• 2. 2 Chapter 1: Data Collection Copyright © 2017 Pearson Education, Inc. 45. Individuals: Alabama, Colorado, Indiana, North Carolina, Wisconsin. Variables: Minimum age for driver’s license (unrestricted); mandatory belt use seating positions, maximum allowable speed limit (rural interstate) in 2011. Data for minimum age for driver’s license: 17, 17, 18, 16, 18; Data for mandatory belt use seating positions: front, front, all, all, all; Data for maximum allowable speed limit (rural interstate) 2011: 70, 75, 70, 70, 65 (mph.) The variable minimum age for driver’s license is continuous; the variable mandatory belt use seating positions is qualitative; the variable maximum allowable speed limit (rural interstate) 2011 is continuous (although only discrete values are typically chosen for speed limits.) 46. Individuals: 3 Series, 5 Series, 6 Series, 7 Series, X3, Z4 Roadster Variables: Body Style, Weight (lb), Number of Seats Data for body style: Coupe, Sedan, Convertible, Sedan, Sport utility, Coupe; Data for weight: 3362, 4056, 4277, 4564, 4012, 3505 (lb); Data for number of seats: 4, 5, 4, 5, 5, 2. The variable body style is qualitative; the variable weight is continuous; the variable number of seats is discrete. 47. (a) The research objective is to determine if adolescents who smoke have a lower IQ than nonsmokers. (b) The population is all adolescents aged 18–21. The sample consisted of 20,211 18-year-old Israeli military recruits. (c) Descriptive statistics: The average IQ of the smokers was 94, and the average IQ of nonsmokers was 101. (d) The conclusion is that individuals with a lower IQ are more likely to choose to smoke. 48. (a) The research objective is to determine if the application of duct tape is as effective as cryotherapy in the treatment of common warts. (b) The population is all people with warts. The sample consisted of 51 patients with warts. (c) Descriptive statistics: 85% of patients in group 1 and 60% of patients in group 2 had complete resolution of their warts. (d) The conclusion is that duct tape is significantly more effective in treating warts than cryotherapy. 49. (a) The research objective is to determine the proportion of adult Americans who believe the federal government wastes 51 cents or more of every dollar. (b) The population is all adult Americans aged 18 years or older. (c) The sample is the 1017 American adults aged 18 years or older that were surveyed. (d) Descriptive statistics: Of the 1017 individuals surveyed, 35% indicated that 51 cents or more is wasted. (e) From this study, one can infer that many Americans believe the federal government wastes much of the money collected in taxes. 50. (a) The research objective is to determine what proportion of adults, aged 18 and over, believe it would be a bad idea to invest $1000 in the stock market. (b) The population is all adults aged 18 and over living in the United States. (c) The sample is the 1018 adults aged 18 and over living in the United States who completed the survey. (d) Descriptive statistics: Of the 1016 adults surveyed, 46% believe it would be a bad idea to invest$1000 in the stock market. (e) The conclusion is that a little fewer than half of the adults in the United States believe investing $1000 in the stock market is a bad idea. 51. Jersey number is nominal (the numbers generally indicate a type of position played). However, if the researcher feels that lower caliber players received higher numbers, then jersey number would be ordinal since players could be ranked by their number. Full download please contact u84757@protonmail.com or qidiantiku.com Full download please contact u84757@protonmail.com or qidiantiku.com • 3. Section 1.2: Observational Studies vs. Designed Experiments 3 Copyright © 2017 Pearson Education, Inc. 52. (a) Nominal; the ticket number is categorized as a winner or a loser. (b) Ordinal; the ticket number gives an indication as to the order of arrival of guests. (c) Ratio; the implication is that the ticket number gives an indication of the number of people attending the party. 53. (a) The research question is to determine if the season of birth affects mood later in life. (b) The sample consisted of the 400 people the researchers studied. (c) The season in which you were born (winter, spring, summer, or fall) is a qualitative variable. (d) According to the article, individuals born in the summer are characterized by rapid, frequent swings between sad and cheerful moods, while those born in the winter are less likely to be irritable. (e) The conclusion was that the season at birth plays a role in one’s temperament. 54. Quantitative variables are numerical measures such that meaningful arithmetic operations can be performed on the values of the variable. Qualitative variables describe an attribute or characteristic of the individual that allows researchers to categorize the individual. 55. The values of a discrete random variable result from counting. The values of a continuous random variable result from a measurement. 56. The four levels of measurement of a variable are nominal, ordinal, interval, and ratio. Examples: Nominal—brand of clothing; Ordinal—size of a car (small, mid-size, large); Interval—temperature (in degrees Celsius); Ratio—number of students in a class (Examples will vary.) 57. We say data vary, because when we draw a random sample from a population, we do not know which individuals will be included. If we were to take another random sample, we would have different individuals and therefore different data. This variability affects the results of a statistical analysis because the results would differ if a study is repeated. 58. The process of statistics is to (1) identify the research objective, which means to determine what should be studied and what we hope to learn; (2) collect the data needed to answer the research question, which is typically done by taking a random sample from a population; (3) describe the data, which is done by presenting descriptive statistics; and (4) perform inference in which the results are generalized to a larger population. 59. Age could be considered a discrete random variable. A random variable can be discrete by allowing, for example, only whole numbers to be recorded. Section 1.2 1. The response variable is the variable of interest in a research study. An explanatory variable is a variable that affects (or explains) the value of the response variable. In research, we want to see how changes in the value of the explanatory variable affect the value of the response variable. 2. An observational study uses data obtained by studying individuals in a sample without trying to manipulate or influence the variable(s) of interest. In a designed experiment, a treatment is applied to the individuals in a sample in order to isolate the effects of the treatment on a response variable. Only an experiment can establish causation between an explanatory variable and a response variable. Observational studies can indicate a relationship, but cannot establish causation. 3. Confounding exists in a study when the effects of two or more explanatory variables are not separated. So any relation that appears to exist between a certain explanatory variable and the response variable may be due to some other variable or variables not accounted for in the study. A lurking variable is a variable not accounted for in a study, but one that affects the value of the response variable. A confounding variable is an explanatory variable that was considered in a study whose effect cannot be distinguished from a second explanatory variable in the study. Full download please contact u84757@protonmail.com or qidiantiku.com Full download please contact u84757@protonmail.com or qidiantiku.com • 4. 4 Chapter 1: Data Collection Copyright © 2017 Pearson Education, Inc. 4. The choice between an observational study and an experiment depends on the circumstances involved. Sometimes there are ethical reasons why an experiment cannot be conducted. Other times the researcher may conduct an observational study first to validate a belief prior to investing a large amount of time and money into a designed experiment. A designed experiment is preferred if ethics, time, and money are not an issue. 5. Cross-sectional studies collect information at a specific point in time (or over a very short period of time). Case-control studies are retrospective (they look back in time). Also, individuals that have a certain characteristic (such as cancer) in a case-control study are matched with those that do not have the characteristic. Case-control studies are typically superior to cross-sectional studies. They are relatively inexpensive, provide individual level data, and give longitudinal information not available in a cross-sectional study. 6. A cohort study identifies the individuals to participate and then follows them over a period of time. During this period, information about the individuals is gathered, but there is no attempt to influence the individuals. Cohort studies are superior to case-control studies because cohort studies do not require recall to obtain the data. 7. There is a perceived benefit to obtaining a flu shot, so there are ethical issues in intentionally denying certain seniors access to the treatment. 8. A retrospective study looks at data from the past either through recall or existing records. A prospective study gathers data over time by following the individuals in the study and recording data as they occur. 9. This is an observational study because the researchers merely observed existing data. There was no attempt by the researchers to manipulate or influence the variable(s) of interest. 10. This is an experiment because the researchers intentionally changed the value of the explanatory variable (medication dose) to observe a potential effect on the response variable (cancer growth). 11. This is an experiment because the explanatory variable (teaching method) was intentionally varied to see how it affected the response variable (score on proficiency test). 12. This is an observational study because no attempt was made to influence the variable of interest. Voting choices were merely observed. 13. This is an observational study because the survey only observed preference of Coke or Pepsi. No attempt was made to manipulate or influence the variable of interest. 14. This is an experiment because the researcher intentionally imposed treatments on individuals in a controlled setting. 15. This is an experiment because the explanatory variable (carpal tunnel treatment regimen) was intentionally manipulated in order to observe potential effects on the response variable (level of pain). 16. This is an observational study because the conservation agents merely observed the fish to determine which were carrying parasites. No attempt was made to manipulate or influence any variable of interest. 17. (a) This is a cohort study because the researchers observed a group of people over a period of time. (b) The response variable is whether the individual has heart disease or not. The explanatory variable is whether the individual is happy or not. (c) There may be confounding due to lurking variables. For example, happy people may be more likely to exercise, which could affect whether they will have heart disease or not. 18. (a) This is a cross-sectional study because the researchers collected information about the individuals at a specific point in time. (b) The response variable is whether the woman has nonmelanoma skin cancer or not. The explanatory variable is the daily amount of caffeinated coffee consumed. (c) It was necessary to account for these variables to avoid confounding with other variables. Full download please contact u84757@protonmail.com or qidiantiku.com Full download please contact u84757@protonmail.com or qidiantiku.com • 5. Section 1.2: Observational Studies vs. Designed Experiments 5 Copyright © 2017 Pearson Education, Inc. 19. (a) This is an observational study because the researchers simply administered a questionnaire to obtain their data. No attempt was made to manipulate or influence the variable(s) of interest. This is a cross-sectional study because the researchers are observing participants at a single point in time. (b) The response variable is body mass index. The explanatory variable is whether a TV is in the bedroom or not. (c) Answers will vary. Some lurking variables might be the amount of exercise per week and eating habits. Both of these variables can affect the body mass index of an individual. (d) The researchers attempted to avoid confounding due to other variables by taking into account such variables as “socioeconomic status.” (e) No. Since this was an observational study, we can only say that a television in the bedroom is associated with a higher body mass index. 20. (a) This is an observational study because the researchers merely observed the individuals included in the study. No attempt was made to manipulate or influence any variable of interest. This is a cohort study because the researchers identified the individuals to be included in the study, then followed them for a period of time (7 years). (b) The response variable is weight gain. The explanatory variable is whether the individual is married/cohabitating or not. (c) Answers will vary. Some potential lurking variables are eating habits, exercise routine, and whether the individual has children. (d) No. Since this is an observational study, we can only say that being married or cohabitating is associated with weight gain. 21. (a) This is a cross-sectional study because information was collected at a specific point in time (or over a very short period of time). (b) The explanatory variable is delivery scenario (caseload midwifery, standard hospital care, or private obstetric care). (c) The two response variables are (1) cost of delivery, which is quantitative, and (2) type of delivery (vaginal or not), which is quantitative. 22. (a) The explanatory variable is web page design; qualitative (b) The response variables are time on site and amount spent. Both are qualitative. (c) Answers will vary. A confounding variable might be location. Any differences in spending may be due to location rather than to web page design. 23. Answers will vary. This is a prospective, cohort observational study. The response variable is whether the worker had cancer or not, and the explanatory variable is the amount of electromagnetic field exposure. Some possible lurking variables include eating habits, exercise habits, and other health-related variables such as smoking habits. Genetics (family history) could also be a lurking variable. This was an observational study, and not an experiment, so the study only concludes that high electromagnetic field exposure is associated with higher cancer rates. The author reminds us that this is an observational study, so there is no direct control over the variables that may affect cancer rates. He also points out that while we should not simply dismiss such reports, we should consider the results in conjunction with results from future studies. The author concludes by mentioning known ways (based on extensive study) of reducing cancer risks that can currently be done in our lives. 24. (a) The research objective is to determine whether lung cancer is associated with exposure to tobacco smoke within the household. (b) This is a case-controlled study because there is a group of individuals with a certain characteristic (lung cancer but never smoked) being compared to a similar group without the characteristic (no lung cancer and never smoked). The study is retrospective because lifetime residential histories were compiled and analyzed. Full download please contact u84757@protonmail.com or qidiantiku.com Full download please contact u84757@protonmail.com or qidiantiku.com • 6. 6 Chapter 1: Data Collection Copyright © 2017 Pearson Education, Inc. (c) The response variable is whether the individual has lung cancer or not. This is a qualitative variable. (d) The explanatory variable is the number of “smoker years.” This is a quantitative variable. (e) Answers will vary. Some possible lurking variables are household income, exercise routine, and exposure to tobacco smoke outside the home. (f) The conclusion of the study is that approximately 17% of lung cancer cases among nonsmokers can be attributed to high levels of exposure to tobacco smoke during childhood and adolescence. No, we cannot say that exposure to household tobacco smoke causes lung cancer since this is only an observational study. We can, however, conclude that lung cancer is associated with exposure to tobacco smoke in the home. (g) An experiment involving human subjects is not possible for ethical reasons. Researchers would be able to conduct an experiment using laboratory animals, such as rats. Section 1.3 1. The frame is a list of all the individuals in the population. 2. Simple random sampling occurs when every possible sample of size n has an equally likely chance of occurring. 3. Sampling without replacement means that no individual may be selected more than once as a member of the sample. 4. Random sampling is a technique that uses chance to select individuals from a population to be in a sample. It is used because it maximizes the likelihood that the individuals in the sample are representative of the individuals in the population. In convenience sampling, the individuals in the sample are selected in the quickest and easiest way possible (e.g. the first 20 people to enter a store). Convenience samples likely do not represent the population of interest because chance was not used to select the individuals. 5. Answers will vary. We will use one-digit labels and assign the labels across each row (i.e. Pride and Prejudice – 0, The Sun Also Rises – 1, and so on). In Table I of Appendix A, starting at row 5, column 11, and proceeding downward, we obtain the following labels: 8, 4, 3 In this case, the 3 books in the sample would be As I Lay Dying, A Tale of Two Cities, and Crime and Punishment. Different labeling order, different starting points in Table I in Appendix A, or use of technology will likely yield different samples. 6. Answers will vary. We will use one-digit labels and assign the labels across each row (i.e. Mady – 0, Breanne – 1, and so on). In Table I of Appendix A, starting at row 11, column 6, and then proceeding downward, we obtain the following labels: 1, 5 In this case, the two captains would be Breanne and Payton. Different labeling order, different starting points in Table I in Appendix A, or use of technology will likely yield different results. 7. (a) {616, 630}, {616, 631}, {616, 632}, {616, 645}, {616, 649}, {616, 650}, {630, 631}, {630, 632}, {630, 645}, {630, 649}, {630, 650}, {631, 632}, {631, 645}, {631, 649}, {631, 650}, {632, 645}, {632, 649}, {632, 650}, {645, 649}, {645, 650}, {649, 650} (b) There is a 1 in 21 chance that the pair of courses will be EPR 630 and EPR 645. 8. (a) {1, 2}, {1, 3}, {1, 4}, {1, 5}, {1, 6}, {1, 7}, {2, 3}, {2, 4}, {2, 5}, {2, 6}, {2, 7}, {3, 4}, {3, 5}, {3, 6}, {3, 7}, {4, 5}, {4, 6}, {4, 7}, {5, 6}, {5, 7}, {6, 7} (b) There is a 1 in 21 chance that the pair The United Nations and Amnesty International will be selected. 9. (a) Starting at row 5, column 22, using two- digit numbers, and proceeding downward, we obtain the following values: 83, 94, 67, 84, 38, 22, 96, 24, 36, 36, 58, 34,.... We must disregard 94 and 96 because there are only 87 faculty members in the population. We must also disregard the second 36 because we are sampling without replacement. Thus, the 9 faculty members included in the sample are those numbered 83, 67, 84, 38, 22, 24, 36, 58, and 34. Full download please contact u84757@protonmail.com or qidiantiku.com Full download please contact u84757@protonmail.com or qidiantiku.com • 7. Section 1.3: Simple Random Sampling 7 Copyright © 2017 Pearson Education, Inc. (b) Answers will vary depending on the type of technology used. If using a TI-84 Plus, the sample will be: 4, 20, 52, 5, 24, 87, 67, 86, and 39. Note: We must disregard the second 20 because we are sampling without replacement. 10. (a) Starting at row 11, column 32, using four- digit numbers, and proceeding downward, we obtain the following values: 2869, 5518, 6635, 2182, 8906, 0603, 2654, 2686, 0135, 7783, 4080, 6621, 3774, 7887, 0826, 0916, 3188, 0876, 5418, 0037, 3130, 2882, 0662,…. We must disregard 8906, 7783, and 7887 because there are only 7656 students in the population. Thus, the 20 students included in the sample are those numbered 2869, 5518, 6635, 2182, 0603, 2654, 2686, 0135, 4080, 6621, 3774, 0826, 0916, 3188, 0876, 5418, 0037, 3130, 2882, and 0662. (b) Answers may vary depending on the type of technology used. If using a TI-84 Plus, the sample will be: 6658, 4118, 9, 4828, 3905, 454, 2825, 2381, 495, 4445, 4455, 5759, 5397, 7066, 3404, 6667, 5074, 3777, 3206, 5216. 11. (a) Answers will vary depending on the technology used (including a table of random digits). Using a TI-84 Plus graphing calculator with a seed of 17 and the labels provided, our sample would be North Dakota, Nevada, Tennessee, Wisconsin, Minnesota, Maine, New Hampshire, Florida, Missouri, and Mississippi. (b) Repeating part (a) with a seed of 18, our sample would be Michigan, Massachusetts, Arizona, Minnesota, Maine, Nebraska, Georgia, Iowa, Rhode Island, Indiana. 12. (a) Answers will vary depending on the technology used (including a table of random digits). Using a TI-84 Plus graphing calculator with a seed of 98 and the labels provided, our sample would be Jefferson, Carter, Madison, Obama, Pierce, Buchanan, Ford, Clinton. (b) Repeating part (a) with a seed of 99, our sample would be L. B. Johnson, Truman, Pierce, Garfield, Obama, Grant, George H. Bush, T. Roosevelt. 13. (a) The list provided by the administration serves as the frame. Number each student in the list of registered students, from 1 to 19,935. Generate 25 random numbers, without repetition, between 1 and 19,935 using a random number generator or table. Select the 25 students with these numbers. (b) Answers will vary. 14. (a) The list provided by the mayor serves as the frame. Number each resident in the list supplied by the mayor, from 1 to 5832. Generate 20 random numbers, without repetition, between 1 and 5832 using a random number generator or table. Select the 20 residents with these numbers. (b) Answers will vary. 15. Answers will vary. Members should be numbered 1–32, though other numbering schemes are possible (e.g. 0–31). Using a table of random digits or a random-number generator, four different numbers (labels) should be selected. The names corresponding to these numbers form the sample. Full download please contact u84757@protonmail.com or qidiantiku.com Full download please contact u84757@protonmail.com or qidiantiku.com • 8. 8 Chapter 1: Data Collection Copyright © 2017 Pearson Education, Inc. 16. Answers will vary. Employees should be numbered 1–29, though other numbering schemes are possible (e.g. 0–28). Using a table of random digits or a random-number generator, four different numbers (labels) should be selected. The names corresponding to these numbers form the sample. Section 1.4 1. Stratified random sampling may be appropriate if the population of interest can be divided into groups (or strata) that are homogeneous and nonoverlapping. 2. Systematic sampling does not require a frame. 3. Convenience samples are typically selected in a nonrandom manner. This means the results are not likely to represent the population. Convenience samples may also be self- selected, which will frequently result in small portions of the population being overrepresented. 4. Cluster sample 5. Stratified sample 6. False. In a systematic random sample, every kth individual is selected from the population. 7. False. In many cases, other sampling techniques may provide equivalent or more information about the population with less “cost” than simple random sampling. 8. True. When the clusters are heterogeneous, the heterogeneity of each cluster likely resembles the heterogeneity of the population. In such cases, fewer clusters with more individuals from each cluster are preferred. 9. True. Because the individuals in a convenience sample are not selected using chance, it is likely that the sample is not representative of the population. 10. False. With stratified samples, the number of individuals sampled from each strata should be proportional to the size of the strata in the population. 11. Systematic sampling. The quality-control manager is sampling every 8th chip, starting with the 3rd chip. 12. Cluster sampling. The commission tests all members of the selected teams (clusters). 13. Cluster sampling. The airline surveys all passengers on selected flights (clusters). 14. Stratified sampling. The congresswoman samples some individuals from each of three different income brackets (strata). 15. Simple random sampling. Each known user of the product has the same chance of being included in the sample. 16. Convenience sampling. The radio station is relying on voluntary response to obtain the sample data. 17. Cluster sampling. The farmer samples all trees within the selected subsections (clusters). 18. Stratified sampling. The school official takes a sample of students from each of the five classes (strata). 19. Convenience sampling. The research firm is relying on voluntary response to obtain the sample data. 20. Systematic sampling. The presider is sampling every 5th person attending the lecture, starting with the 3rd person. 21. Stratified sampling. Shawn takes a sample of measurements during each of the four time intervals (strata). 22. Simple random sampling. Each club member has the same chance of being selected for the survey. 23. The numbers corresponding to the 20 clients selected are 16 , 16 25 41 + = , 41 25 66 + = , 66 25 91 + = , 91 25 116 + = , 141, 166, 191, 216, 241, 266, 291, 316, 341, 366, 391, 416, 441, 466, 491. 24. Since the number of clusters is more than 100, but less than 1000, we assign each cluster a three-digit label between 001 and 795. Starting at row 8, column 38 in Table I of Appendix A, and proceeding downward, the 10 clusters selected are numbered 763, 185, 377, 304, 626, 392, 315, 084, 565, and 508. Note that we discard 822 and 955 in reading the table because we have no clusters with these labels. We also discard the second occurrence of 377 because we cannot select the same cluster twice. Full download please contact u84757@protonmail.com or qidiantiku.com Full download please contact u84757@protonmail.com or qidiantiku.com • 9. Section 1.4: Other Effective Sampling Methods 9 Copyright © 2017 Pearson Education, Inc. 25. Answers will vary. To obtain the sample, number the Democrats 1 to 16 and obtain a simple random sample of size 2. Then number the Republicans 1 to 16 and obtain a simple random sample of size 2. Be sure to use a different starting point in Table I or a different seed for each stratum. For example, using a TI-84 Plus graphing calculator with a seed of 38 for the Democrats and 40 for the Republicans, the numbers selected would be 6, 9 for the Democrats and 14, 4 for the Republicans. If we had numbered the individuals down each column, the sample would consist of Haydra, Motola, Thompson, and Engler. 26. Answers will vary. To obtain the sample, number the managers 1 to 8 and obtain a simple random sample of size 2. Then number the employees 1 to 21 and obtain a simple random sample of size 4. Be sure to use a different starting point in Table I or a different seed for each stratum. For example, using a TI-84 Plus graphing calculator with a seed of 18 for the managers and 20 for the employees, the numbers selected would be 4, 1 for the managers and 20, 3, 11, 9 for the employees. If we had numbered the individuals down each column, the sample would consist of Lindsey, Carlisle, Weber, Bryant, Hall, and Gow. 27. (a) 4502 90.04 90 50 N n = = → ; Thus, 90 k = . (b) Randomly select a number between 1 and 90. Suppose that we select 15. Then the individuals to be surveyed will be the 15th, 105th, 195th, 285th, and so on up to the 4425th employee on the company list. 28. (a) 945035 7269.5 7269 130 N n = = → ; Thus, 7269 k = . (b) Randomly select a number between 1 and 7269. Suppose that we randomly select 2000. Then we will survey the individuals numbered 2000, 9269, 16,538, and so on up to the individual numbered 939,701. 29. Simple Random Sample: Number the students from 1 to 1280. Use a table of random digits or a random- number generator to randomly select 128 students to survey. Stratified Sample: Since class sizes are similar, we would want to randomly select 128 4 32 = students from each class to be included in the sample. Cluster Sample: Since classes are similar in size and makeup, we would want to randomly select 128 4 32 = classes and include all the students from those classes in the sample. 30. No. The clusters were not randomly selected. This would be considered convenience sampling. 31. Answers will vary. One design would be a stratified random sample, with two strata being commuters and noncommuters, as these two groups each might be fairly homogeneous in their reactions to the proposal. 32. Answers will vary. One design would be a cluster sample, with classes as the clusters. Randomly select clusters and then survey all the students in the selected classes. However, care would need to be taken to make sure that no one was polled twice. Since this would negate some of the ease of cluster sampling, a simple random sample might be the more suitable design. 33. Answers will vary. One design would be a cluster sample, with the clusters being city blocks. Randomly select city blocks and survey every household in the selected blocks. 34. Answers will vary. One appropriate design would be a systematic sample, after doing a random start, clocking the speed of every tenth car, for example. Full download please contact u84757@protonmail.com or qidiantiku.com Full download please contact u84757@protonmail.com or qidiantiku.com • 10. 10 Chapter 1: Data Collection Copyright © 2017 Pearson Education, Inc. 35. Answers will vary. Since the company already has a list (frame) of 6600 individuals with high cholesterol, a simple random sample would be an appropriate design. 36. Answers will vary. Since a list of all the households in the population exists, a simple random sample is possible. Number the households from 1 to N, then use a table of random digits or a random-number generator to select the sample. 37. (a) For a political poll, a good frame would be all registered voters who have voted in the past few elections since they are more likely to vote in upcoming elections. (b) Because each individual from the frame has the same chance of being selected, there is a possibility that one group may be over- or underrepresented. (c) By using a stratified sample, the strategist can obtain a simple random sample within each strata (political party) so that the number of individuals in the sample is proportionate to the number of individuals in the population. 38. Random sampling means that the individuals chosen to be in the sample are selected by chance. Random sampling minimizes the chance that one part of the population is over- or underrepresented in the sample. However, it cannot guarantee that the sample will accurately represent the population. 39. Answers will vary. 40. Answers will vary. Section 1.5 1. A closed question is one in which the respondent must choose from a list of prescribed responses. An open question is one in which the respondent is free to choose his or her own response. Closed questions are easier to analyze, but limit the responses. Open questions allow respondents to state exactly how they feel, but are harder to analyze due to the variety of answers and possible misinterpretation of answers. 2. A certain segment of the population is underrepresented if it is represented in the sample in a lower proportion than its size in the population. 3. Bias means that the results of the sample are not representative of the population. There are three types of bias: sampling bias, response bias, and nonresponse bias. Sampling bias is due to the use of a sample to describe a population. This includes bias due to convenience sampling. Response bias involves intentional or unintentional misinformation. This would include lying to a surveyor or entering responses incorrectly. Nonresponse bias results when individuals choose not to respond to questions or are unable to be reached. A census can suffer from response bias and nonresponse bias, but would not suffer from sampling bias. 4. Nonsampling error is the error that results from undercoverage, nonresponse bias, response bias, or data-entry errors. Essentially, it is the error that results from the process of obtaining and recording data. Sampling error is the error that results because a sample is being used to estimate information about a population. Any error that could also occur in a census is considered a nonsampling error. 5. (a) Sampling bias. The survey suffers from undercoverage because the first 60 customers are likely not representative of the entire customer population. (b) Since a complete frame is not possible, systematic random sampling could be used to make the sample more representative of the customer population. 6. (a) Sampling bias. The survey suffers from undercoverage because only homes in the southwest corner have a chance to be interviewed. These homes may have different demographics than those in other parts of the village. (b) Assuming that households within any given neighborhood have similar household incomes, stratified sampling might be appropriate, with neighborhoods as the strata. 7. (a) Response bias. The survey suffers from response bias because the question is poorly worded. Full download please contact u84757@protonmail.com or qidiantiku.com Full download please contact u84757@protonmail.com or qidiantiku.com • 11. Section 1.5: Bias in Sampling 11 Copyright © 2017 Pearson Education, Inc. (b) The survey should inform the respondent of the current penalty for selling a gun illegally and the question should be worded as “Do you approve or disapprove of harsher penalties for individuals who sell guns illegally?” The order of “approve” and “disapprove” should be switched from one individual to the next. 8. (a) Response bias. The survey suffers from response bias because the wording of the question is ambiguous. (b) The question might be worded more specifically as “How many hours per night do you sleep, on average?” 9. (a) Nonresponse bias. Assuming the survey is written in English, non-English speaking homes will be unable to read the survey. This is likely the reason for the very low response rate. (b) The survey can be improved by using face-to-face or phone interviews, particularly if the interviewers are multi- lingual. 10. (a) Nonresponse bias (b) The survey can be improved by using face-to-face or phone interviews, or possibly through the use of incentives. 11. (a) The survey suffers from sampling bias due to undercoverage and interviewer error. The readers of the magazine may not be representative of all Australian women, and advertisements and images in the magazine could affect the women’s view of themselves. (b) A well-designed sampling plan not in a magazine, such as a cluster sample, could make the sample more representative of the population. 12. (a) The survey suffers from sampling bias due to a bad sampling plan (convenience sampling) and possible response bias due to misreported weights on driver’s licenses. (b) The teacher could use cluster sampling or stratified sampling using classes throughout the day. Each student should be weighed to get a current and accurate weight measurement. 13. (a) Response bias due to a poorly worded question (b) The question should be reworded in a more neutral manner. One possible phrasing might be “Do you believe that a marriage can be maintained after an extramarital relation?” 14. (a) Sampling bias. The frame is not necessarily representative of all college professors. (b) To remedy this problem, the publisher could use cluster sampling and obtain a list of faculty from the human resources departments at selected colleges. 15. (a) Response bias. Students are unlikely to give honest answers if their teacher is administering the survey. (b) An impartial party should administer the survey in order to increase the rate of truthful responses. 16. (a) Response bias. Residents are unlikely to give honest answers to uniformed police officers if their answer would be seen as negative by the police. (b) An impartial party should administer the survey in order to increase the rate of truthful responses. 17. No. The survey still suffers from sampling bias due to undercoverage, nonresponse bias, and potentially response bias. 18. The General Social Survey uses random sampling to obtain individuals who take the survey, so the results of their survey are more likely to be representative of the population. However, it may suffer from response bias since the survey is conducted by personal interview rather than anonymously on the Internet. The online survey, while potentially obtaining more honest answers, is basically self-selected so may not be representative of the population, particularly if most respondents are clients of the family and wellness center seeking help with health or relationship problems. 19. It is very likely that the order of these two questions will affect the survey results. To alleviate the response bias, either question B could be asked first, or the order of the two questions could be rotated randomly. Full download please contact u84757@protonmail.com or qidiantiku.com Full download please contact u84757@protonmail.com or qidiantiku.com • 12. 12 Chapter 1: Data Collection Copyright © 2017 Pearson Education, Inc. 20. It is very likely that the order of these two questions will affect the survey results. To alleviate the response bias, the order of the two questions could be rotated randomly. Prohibit is a strong word. People generally do not like to be prohibited from doing things. If the word must be used, it should be offset by the word “allow.” The use of the words “prohibit” and “allow” should be rotated within the question. 21. The company is using a reward in the form of the$5.00 payment and an incentive by telling the reader that his or her input will make a difference. 22. The two choices need to be rotated so that any response bias due to the ordering of the questions is minimized. 23. For random digit dialing, the frame is anyone with a phone (whose number is not on a do- not-call registry). Even those with unlisted numbers can still be reached through this method. Any household without a phone, households on the do-not-call registry, and homeless individuals are excluded. This could result in sampling bias due to undercoverage if the excluded individuals differ in some way than those included in the frame. 24. Answers will vary. The use of caller ID has likely increased nonresponse bias of phone surveys since individuals may not answer calls from numbers they do not recognize. If individuals with caller ID differ in some way from individuals without caller ID, then phone surveys could also suffer from sampling bias due to undercoverage. 25. It is extremely likely, particularly if households on the do-not-call registry have a trait that is not part of those households that are not on the registry. 26. There is a higher chance that an individual at least 70 years of age will be at home when an interviewer makes contact. 27. Some nonsampling errors presented in the article as leading to incorrect exit polls were poorly trained interviewers, interviewer bias, and over representation of female voters. 28. – 32. Answers will vary. 33. The Literary Digest made an incorrect prediction due to sampling bias (an incorrect frame led to undercoverage) and nonresponse bias (due to the low response rate). 34. Answers will vary. (Gallup incorrectly predicted the outcome of the 1948 election because he quit polling weeks before the election and missed a large number of changing opinions.) 35. (a) Answers will vary. Stratified sampling by political affiliation (Democrat, Republican, etc.) could be used to ensure that all affiliations are represented. One question that could be asked is whether or not the person plans to vote in the next election. This would help determine which registered voters are likely to vote. (b) Answers will vary. Possible explanations are that presidential election cycles get more news coverage or perhaps people are more interested in voting when they can vote for a president as well as a senator. During non-presidential cycles it is very informative to poll likely registered voters. (c) Answers will vary. A higher percentage of Democrats in polls versus turnout will lead to overstating the predicted Democrat percentage of Democratic votes. 36. It is difficult for a frame to be completely accurate since populations tend to change over time and there can be a delay in identifying individuals who have joined or left the population. 37. Nonresponse can be addressed by conducting callbacks or offering rewards. 38. Trained, skillful interviewers can illicit responses from individuals and help them give truthful responses. 39. Conducting a presurvey with open questions allows the researchers to use the most popular answers as choices on closed-question surveys. 40. Answers will vary. Phone surveys conducted in the evening may result in reaching more potential respondents; however some of these individuals could be upset by the intrusion. Full download please contact u84757@protonmail.com or qidiantiku.com Full download please contact u84757@protonmail.com or qidiantiku.com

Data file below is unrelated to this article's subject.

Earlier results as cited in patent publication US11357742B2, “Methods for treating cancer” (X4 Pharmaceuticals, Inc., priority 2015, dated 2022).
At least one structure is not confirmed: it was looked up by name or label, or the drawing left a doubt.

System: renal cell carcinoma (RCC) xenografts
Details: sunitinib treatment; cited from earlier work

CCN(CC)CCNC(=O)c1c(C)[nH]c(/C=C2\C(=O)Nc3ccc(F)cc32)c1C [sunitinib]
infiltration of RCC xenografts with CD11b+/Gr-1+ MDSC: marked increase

• 16. 16 Chapter 1: Data Collection Copyright © 2017 Pearson Education, Inc. 14. (a) This experiment has a completely randomized design. (b) The population being studied is adult outpatients diagnosed as having major depression and having a baseline Hamilton Rating Scale for Depression (HAM-D) score of at least 20. (c) The response variable is the change in the HAM-D over the treatment period. (d) The explanatory variable or factor is the type of drug. The treatments are St. John’s wort extract and the placebo. (e) The experimental units are the 200 adult outpatients diagnosed with depression. (f) The control group is the placebo group. (g) Random assignment of patients to treatments Group 1: 100 patients Group 2: 100 patients Treatment 1: St. John’s wort extract Treatment 2: Placebo Compare change in HAM-D score 15. (a) This experiment has a completely randomized design. (b) The population being studied is adults over 60 years old and in good health. (c) The response variable is the standardized test of learning and memory. (d) The factor set to predetermined levels (explanatory variable) is the drug. The treatments are 40 milligrams of ginkgo 3 times per day and the matching placebo. (e) The experimental units are the 98 men and 132 women over 60 years old and in good health. (f) The control group is the placebo group. (g) Random assignment of elderly adults to treatments Group 1: 115 elderly adults Group 2: 115 elderly adults Treatment 1: 40 mg of Ginkgo 3 times per day Treatment 2: Placebo Compare performance on standardized test 16. (a) This experiment has a completely randomized design. (b) The population being studied is obese patients. (c) The response variable is the volume of the stomach. This is a quantitative variable. (d) The treatments are the 2508 kJ diet versus the regular diet. (e) The experimental units are the 23 obese patients. Full download please contact u84757@protonmail.com or qidiantiku.com Full download please contact u84757@protonmail.com or qidiantiku.com